Getting a Shoplifting Charge Expunged in Pennsylvania
An arrest or conviction in Pennsylvania can have long-term consequences beyond a fine, probation, or a jail term. It can affect your future professional prospects, educational prospects, and ability to obtain loans, financial aid, or even a rental apartment. Fortunately, in Pennsylvania, we believe in second chances, and the legislature created a process to remove some criminal records. An expungement is an order from a Pennsylvania court ordering the destruction of all administrative and court records related to an arrest, charge, or conviction in the state.
What Can You Expunge in Pennsylvania?
In Pennsylvania, you can expunge a summary offense if you've been free from arrest or prosecution for five years. A summary offense is a minor crime, less serious than a misdemeanor or felony. In Pennsylvania, the maximum penalty for a summary offense is 90 days in jail and a fine of up to $1,500. However, typically a summary offense conviction will result in just a fine.
You can also expunge a crime for which you were charged but never convicted. Non-convictions include not guilty verdicts, dropped or dismissed charges, and nolle prossed dispositions. You cannot expunge a misdemeanor or felony conviction in Pennsylvania (unless 70 years of age or deceased and other conditions are met), but you may be able to have convictions sealed in some cases.
Shoplifting or "Retail Theft" in Pennsylvania
In Pennsylvania, shoplifting is called "retail theft." Retail theft is a summary offense if it is the first offense, and the value of the merchandise is less than $150. See 18 Pa. Code § 3929(b)(1)(i) (2013). Typically, you can expunge a "summary offense retail theft" conviction.
The Pennsylvania Criminal Code defines retail theft as:
A person is guilty of a retail theft if he:
(1) takes possession of, carries away, transfers or causes to be carried away or transferred, any merchandise displayed, held, stored or offered for sale by any store or other retail mercantile establishment with the intention of depriving the merchant of the possession, use or benefit of such merchandise without paying the full retail value thereof;
(2) alters, transfers or removes any label, price tag marking, indicia of value or any other markings which aid in determining value affixed to any merchandise displayed, held, stored or offered for sale in a store or other retail mercantile establishment and attempts to purchase such merchandise personally or in consort with another at less than the full retail value with the intention of depriving the merchant of the full retail value of such merchandise;
(3) transfers any merchandise displayed, held, stored or offered for sale by any store or other retail mercantile establishment from the container in or on which the same shall be displayed to any other container with intent to deprive the merchant of all or some part of the full retail value thereof; or
(4) under-rings with the intention of depriving the merchant of the full retail value of the merchandise.
(5) destroys, removes, renders inoperative or deactivates any inventory control tag, security strip or any other mechanism designed or employed to prevent an offense under this section with the intention of depriving the merchant of the possession, use or benefit of such merchandise without paying the full retail value thereof.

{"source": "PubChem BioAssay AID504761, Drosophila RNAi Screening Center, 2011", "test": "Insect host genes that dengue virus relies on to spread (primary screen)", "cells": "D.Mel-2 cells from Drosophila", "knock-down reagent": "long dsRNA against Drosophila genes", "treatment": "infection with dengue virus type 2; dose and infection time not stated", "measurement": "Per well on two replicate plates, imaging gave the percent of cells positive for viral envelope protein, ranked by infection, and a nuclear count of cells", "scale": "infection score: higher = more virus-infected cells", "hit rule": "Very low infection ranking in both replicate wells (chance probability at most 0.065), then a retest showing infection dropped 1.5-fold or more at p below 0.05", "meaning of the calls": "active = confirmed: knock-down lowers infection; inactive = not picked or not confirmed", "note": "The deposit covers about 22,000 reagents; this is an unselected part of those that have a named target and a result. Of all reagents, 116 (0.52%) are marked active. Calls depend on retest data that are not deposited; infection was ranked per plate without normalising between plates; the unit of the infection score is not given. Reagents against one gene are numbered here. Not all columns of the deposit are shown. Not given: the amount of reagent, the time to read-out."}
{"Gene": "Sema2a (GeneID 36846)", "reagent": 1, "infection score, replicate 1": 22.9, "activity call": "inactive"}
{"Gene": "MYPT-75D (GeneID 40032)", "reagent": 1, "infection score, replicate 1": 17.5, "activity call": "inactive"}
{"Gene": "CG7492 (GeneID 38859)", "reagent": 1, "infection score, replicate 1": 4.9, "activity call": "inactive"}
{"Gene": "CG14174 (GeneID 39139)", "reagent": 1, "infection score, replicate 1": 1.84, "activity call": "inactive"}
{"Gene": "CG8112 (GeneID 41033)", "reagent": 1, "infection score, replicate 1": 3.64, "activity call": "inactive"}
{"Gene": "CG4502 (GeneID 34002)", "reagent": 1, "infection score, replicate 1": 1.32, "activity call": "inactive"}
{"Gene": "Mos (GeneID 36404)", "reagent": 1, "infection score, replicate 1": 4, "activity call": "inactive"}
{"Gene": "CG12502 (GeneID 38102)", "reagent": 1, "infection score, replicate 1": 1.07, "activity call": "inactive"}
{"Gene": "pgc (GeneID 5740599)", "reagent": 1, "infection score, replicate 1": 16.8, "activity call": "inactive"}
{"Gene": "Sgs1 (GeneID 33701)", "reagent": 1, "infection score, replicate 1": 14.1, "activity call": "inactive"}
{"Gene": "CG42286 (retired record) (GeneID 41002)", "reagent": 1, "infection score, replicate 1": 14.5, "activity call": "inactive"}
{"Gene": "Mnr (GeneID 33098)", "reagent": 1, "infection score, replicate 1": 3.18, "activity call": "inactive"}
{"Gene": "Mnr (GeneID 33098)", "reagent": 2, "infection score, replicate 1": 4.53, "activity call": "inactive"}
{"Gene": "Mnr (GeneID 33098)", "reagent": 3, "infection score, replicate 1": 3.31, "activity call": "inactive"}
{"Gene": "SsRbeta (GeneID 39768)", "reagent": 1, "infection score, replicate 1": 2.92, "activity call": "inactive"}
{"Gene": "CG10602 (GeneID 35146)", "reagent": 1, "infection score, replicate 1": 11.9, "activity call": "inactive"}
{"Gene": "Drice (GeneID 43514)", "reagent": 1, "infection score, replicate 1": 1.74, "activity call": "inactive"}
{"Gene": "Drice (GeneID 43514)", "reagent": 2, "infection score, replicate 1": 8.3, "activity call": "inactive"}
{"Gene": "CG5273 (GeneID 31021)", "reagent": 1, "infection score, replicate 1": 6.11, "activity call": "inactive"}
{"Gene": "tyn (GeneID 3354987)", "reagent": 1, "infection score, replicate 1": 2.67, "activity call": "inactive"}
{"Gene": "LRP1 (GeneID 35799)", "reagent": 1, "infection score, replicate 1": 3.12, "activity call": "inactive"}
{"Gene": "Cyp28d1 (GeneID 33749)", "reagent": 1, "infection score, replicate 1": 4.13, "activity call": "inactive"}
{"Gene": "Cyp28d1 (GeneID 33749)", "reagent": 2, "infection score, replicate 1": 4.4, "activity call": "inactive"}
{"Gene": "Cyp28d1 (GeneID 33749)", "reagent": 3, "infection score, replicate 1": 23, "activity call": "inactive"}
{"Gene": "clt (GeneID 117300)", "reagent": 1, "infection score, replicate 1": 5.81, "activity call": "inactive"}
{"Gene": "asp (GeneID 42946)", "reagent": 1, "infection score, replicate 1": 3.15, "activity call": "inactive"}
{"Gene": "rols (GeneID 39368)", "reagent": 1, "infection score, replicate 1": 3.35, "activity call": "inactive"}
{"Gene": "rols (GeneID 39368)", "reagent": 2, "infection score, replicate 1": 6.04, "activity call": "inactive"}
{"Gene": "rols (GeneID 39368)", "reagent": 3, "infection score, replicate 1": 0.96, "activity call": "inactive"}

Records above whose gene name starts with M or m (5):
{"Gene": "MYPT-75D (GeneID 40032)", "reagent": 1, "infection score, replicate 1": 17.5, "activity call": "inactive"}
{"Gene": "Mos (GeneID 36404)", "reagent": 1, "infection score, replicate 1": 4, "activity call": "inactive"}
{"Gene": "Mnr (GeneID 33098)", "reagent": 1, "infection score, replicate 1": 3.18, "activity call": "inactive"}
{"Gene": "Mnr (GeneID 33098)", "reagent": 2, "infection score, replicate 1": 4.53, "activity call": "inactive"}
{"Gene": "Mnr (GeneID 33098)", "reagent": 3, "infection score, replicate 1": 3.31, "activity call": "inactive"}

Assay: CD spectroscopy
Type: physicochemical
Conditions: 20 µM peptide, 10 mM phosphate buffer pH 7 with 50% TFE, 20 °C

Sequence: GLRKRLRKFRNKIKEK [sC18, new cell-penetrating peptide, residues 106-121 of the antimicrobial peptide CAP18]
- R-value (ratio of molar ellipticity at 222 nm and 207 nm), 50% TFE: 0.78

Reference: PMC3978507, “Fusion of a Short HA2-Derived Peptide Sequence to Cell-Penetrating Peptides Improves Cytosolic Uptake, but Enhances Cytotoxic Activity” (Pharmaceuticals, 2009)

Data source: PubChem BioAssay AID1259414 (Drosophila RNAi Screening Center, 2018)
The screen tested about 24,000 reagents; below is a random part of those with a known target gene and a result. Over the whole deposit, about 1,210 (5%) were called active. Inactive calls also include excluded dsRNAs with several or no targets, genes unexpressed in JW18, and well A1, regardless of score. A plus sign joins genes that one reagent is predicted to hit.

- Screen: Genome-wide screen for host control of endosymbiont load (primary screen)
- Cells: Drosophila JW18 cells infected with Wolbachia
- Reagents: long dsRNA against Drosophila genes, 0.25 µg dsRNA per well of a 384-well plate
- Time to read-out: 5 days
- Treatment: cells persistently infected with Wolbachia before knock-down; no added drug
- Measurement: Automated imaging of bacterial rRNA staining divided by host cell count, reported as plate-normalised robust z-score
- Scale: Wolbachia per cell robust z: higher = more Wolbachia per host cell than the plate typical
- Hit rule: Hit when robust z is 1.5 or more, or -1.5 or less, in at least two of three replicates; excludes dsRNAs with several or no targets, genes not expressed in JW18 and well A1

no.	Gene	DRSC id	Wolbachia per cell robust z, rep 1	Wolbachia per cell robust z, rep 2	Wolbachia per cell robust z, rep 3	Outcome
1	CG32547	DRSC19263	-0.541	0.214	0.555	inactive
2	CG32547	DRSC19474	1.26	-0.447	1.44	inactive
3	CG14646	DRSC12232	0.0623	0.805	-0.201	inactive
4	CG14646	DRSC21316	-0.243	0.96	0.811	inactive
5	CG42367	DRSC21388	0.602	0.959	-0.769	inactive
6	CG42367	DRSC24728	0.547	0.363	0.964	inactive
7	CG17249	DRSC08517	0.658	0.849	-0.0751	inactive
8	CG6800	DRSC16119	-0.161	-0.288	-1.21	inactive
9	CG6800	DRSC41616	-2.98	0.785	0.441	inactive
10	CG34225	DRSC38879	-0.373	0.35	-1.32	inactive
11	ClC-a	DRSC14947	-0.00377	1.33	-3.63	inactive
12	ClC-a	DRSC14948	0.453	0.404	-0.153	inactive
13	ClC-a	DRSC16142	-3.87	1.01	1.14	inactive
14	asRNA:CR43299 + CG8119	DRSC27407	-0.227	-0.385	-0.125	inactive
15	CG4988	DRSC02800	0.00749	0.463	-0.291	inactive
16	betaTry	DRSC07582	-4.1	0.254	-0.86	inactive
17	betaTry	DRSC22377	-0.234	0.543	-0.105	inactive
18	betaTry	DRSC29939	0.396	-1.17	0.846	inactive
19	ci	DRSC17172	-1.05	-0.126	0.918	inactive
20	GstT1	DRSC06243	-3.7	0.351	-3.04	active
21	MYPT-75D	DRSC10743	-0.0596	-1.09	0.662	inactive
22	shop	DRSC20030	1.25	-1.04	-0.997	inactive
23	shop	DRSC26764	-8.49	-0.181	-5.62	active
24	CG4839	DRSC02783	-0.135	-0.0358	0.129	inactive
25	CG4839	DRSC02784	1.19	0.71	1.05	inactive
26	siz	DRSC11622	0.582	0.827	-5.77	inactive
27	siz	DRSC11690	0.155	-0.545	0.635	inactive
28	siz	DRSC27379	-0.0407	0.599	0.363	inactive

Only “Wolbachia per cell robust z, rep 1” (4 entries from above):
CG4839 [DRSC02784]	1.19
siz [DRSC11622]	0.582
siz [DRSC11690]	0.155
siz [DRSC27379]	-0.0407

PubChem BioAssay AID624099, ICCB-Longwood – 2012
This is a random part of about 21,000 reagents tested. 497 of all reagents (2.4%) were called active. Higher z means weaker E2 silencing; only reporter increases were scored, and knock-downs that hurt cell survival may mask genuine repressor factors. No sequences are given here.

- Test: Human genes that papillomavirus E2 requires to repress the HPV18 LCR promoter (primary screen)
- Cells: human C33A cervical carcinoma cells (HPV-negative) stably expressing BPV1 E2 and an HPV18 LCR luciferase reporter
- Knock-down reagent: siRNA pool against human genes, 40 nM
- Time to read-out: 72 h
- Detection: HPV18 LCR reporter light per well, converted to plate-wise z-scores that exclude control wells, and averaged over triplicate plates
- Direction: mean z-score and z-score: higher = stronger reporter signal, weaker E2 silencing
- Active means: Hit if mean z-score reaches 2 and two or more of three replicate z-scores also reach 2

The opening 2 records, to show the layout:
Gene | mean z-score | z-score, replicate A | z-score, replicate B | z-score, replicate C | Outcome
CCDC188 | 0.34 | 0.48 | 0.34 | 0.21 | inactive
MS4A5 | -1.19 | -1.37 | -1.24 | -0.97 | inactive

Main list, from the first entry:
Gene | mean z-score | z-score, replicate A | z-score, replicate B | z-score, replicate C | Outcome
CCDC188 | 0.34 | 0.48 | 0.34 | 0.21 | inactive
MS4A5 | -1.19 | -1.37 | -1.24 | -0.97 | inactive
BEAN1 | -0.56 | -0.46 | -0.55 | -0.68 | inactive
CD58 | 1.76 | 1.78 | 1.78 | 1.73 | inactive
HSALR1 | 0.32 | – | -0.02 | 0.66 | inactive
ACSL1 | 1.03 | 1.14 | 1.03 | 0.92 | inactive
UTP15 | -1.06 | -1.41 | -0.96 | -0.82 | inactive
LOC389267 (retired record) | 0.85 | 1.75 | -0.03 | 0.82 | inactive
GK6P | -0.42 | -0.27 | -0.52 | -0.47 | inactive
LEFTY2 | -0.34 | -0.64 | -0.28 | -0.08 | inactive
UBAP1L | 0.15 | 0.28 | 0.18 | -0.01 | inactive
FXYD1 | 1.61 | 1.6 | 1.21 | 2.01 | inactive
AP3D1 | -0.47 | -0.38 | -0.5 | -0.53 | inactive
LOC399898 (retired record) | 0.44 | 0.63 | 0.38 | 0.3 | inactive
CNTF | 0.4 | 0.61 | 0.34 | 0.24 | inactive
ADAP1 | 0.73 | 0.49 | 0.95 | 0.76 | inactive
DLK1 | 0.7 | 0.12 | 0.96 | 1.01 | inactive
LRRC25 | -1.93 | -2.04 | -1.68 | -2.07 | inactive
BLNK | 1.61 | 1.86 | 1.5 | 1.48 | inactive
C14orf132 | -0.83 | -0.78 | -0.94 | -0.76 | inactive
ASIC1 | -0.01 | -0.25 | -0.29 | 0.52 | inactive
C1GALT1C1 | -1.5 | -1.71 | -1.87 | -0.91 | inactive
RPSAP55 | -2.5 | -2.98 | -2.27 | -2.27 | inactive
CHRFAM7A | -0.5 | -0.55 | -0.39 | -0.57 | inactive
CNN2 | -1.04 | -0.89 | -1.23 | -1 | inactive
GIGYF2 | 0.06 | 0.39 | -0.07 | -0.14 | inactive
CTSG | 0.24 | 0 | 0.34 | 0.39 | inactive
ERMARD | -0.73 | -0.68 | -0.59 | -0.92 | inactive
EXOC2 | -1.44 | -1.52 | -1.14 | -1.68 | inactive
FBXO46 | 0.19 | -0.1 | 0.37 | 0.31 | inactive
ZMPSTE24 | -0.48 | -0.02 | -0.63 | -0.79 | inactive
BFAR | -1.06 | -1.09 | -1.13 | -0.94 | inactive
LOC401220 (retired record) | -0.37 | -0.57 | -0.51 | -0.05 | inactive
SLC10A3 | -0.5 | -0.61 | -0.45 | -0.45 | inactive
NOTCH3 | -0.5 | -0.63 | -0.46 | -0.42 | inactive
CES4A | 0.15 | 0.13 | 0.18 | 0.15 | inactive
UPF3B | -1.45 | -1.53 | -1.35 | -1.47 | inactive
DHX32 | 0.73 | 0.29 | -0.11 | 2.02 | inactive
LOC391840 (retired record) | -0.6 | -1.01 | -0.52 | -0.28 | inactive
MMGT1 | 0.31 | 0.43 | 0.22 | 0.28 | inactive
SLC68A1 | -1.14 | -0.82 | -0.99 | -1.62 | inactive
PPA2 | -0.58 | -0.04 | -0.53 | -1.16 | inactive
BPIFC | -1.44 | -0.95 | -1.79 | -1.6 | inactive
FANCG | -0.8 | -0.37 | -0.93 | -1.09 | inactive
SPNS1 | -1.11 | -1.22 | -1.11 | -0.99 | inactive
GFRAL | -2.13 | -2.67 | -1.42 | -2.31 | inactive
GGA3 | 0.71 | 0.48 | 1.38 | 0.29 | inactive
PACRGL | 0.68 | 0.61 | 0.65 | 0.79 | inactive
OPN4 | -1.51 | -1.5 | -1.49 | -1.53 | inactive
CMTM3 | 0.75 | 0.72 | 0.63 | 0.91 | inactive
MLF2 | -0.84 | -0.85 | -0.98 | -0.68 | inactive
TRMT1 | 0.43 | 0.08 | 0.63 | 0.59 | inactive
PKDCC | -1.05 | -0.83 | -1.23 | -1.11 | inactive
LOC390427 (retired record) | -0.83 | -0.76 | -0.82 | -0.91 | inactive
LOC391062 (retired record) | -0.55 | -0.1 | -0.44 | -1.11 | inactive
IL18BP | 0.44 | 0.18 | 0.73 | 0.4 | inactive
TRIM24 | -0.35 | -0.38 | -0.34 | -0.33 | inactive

If the merchandise value exceeds $150 or the charge isn't your first offense, the police will likely charge you with a misdemeanor or a felony. The severity of the charge will depend on the value of the merchandise and your prior criminal convictions.
Can I Expunge a Shoplifting Charge?
In Pennsylvania, you can obtain an expungement of a retail theft charge if:
- You were convicted of retail offense summary offense if you've been free from arrest or prosecution for five years,
- You were charged but never convicted of a summary offense, misdemeanor, or felony retail theft charge, including not guilty verdicts, charges that were withdrawn or dismissed, or nolle prossed dispositions, or
- You went through a diversionary program where you completed probation without conviction.
You cannot expunge misdemeanor and felony retail theft convictions unless:
- You are at least 70 years old, and ten years have passed since the criminal proceedings, or
- The subject of the criminal record has been dead for at least three years.
If you don't meet one of the criteria above, you probably can't have the crime expunged. You must apply to have those records sealed or request a pardon.
Juvenile Shoplifting Convictions
In some cases, Pennsylvania does permit you to expunge convictions, including "summary offense retail theft" convictions, if you were under 18 at the time of the conviction. You are more likely to obtain expungement of a juvenile retail theft charge if you are now over 18, it's been at least six months since you completed your sentence, and you haven't faced any additional felony or misdemeanor charges. Alternatively, you may be able to expunge your juvenile conviction if it's been at least five years since your discharge and you haven't faced any additional felony or misdemeanor charges. There are a few other situations where you can have juvenile charges expunged. An experienced Pennsylvania expunction attorney can assist you.
Hire a Pennsylvania Attorney Experienced in Expunctions
The best way to protect your records and regain your maximum future career potential is to consult a skilled Pennsylvania expungement attorney. Attorney Joseph D. Lento is an experienced criminal defense attorney proficient in helping clients expunge criminal records. He can help. Give the Lento Law Firm a call at 888-535-3686.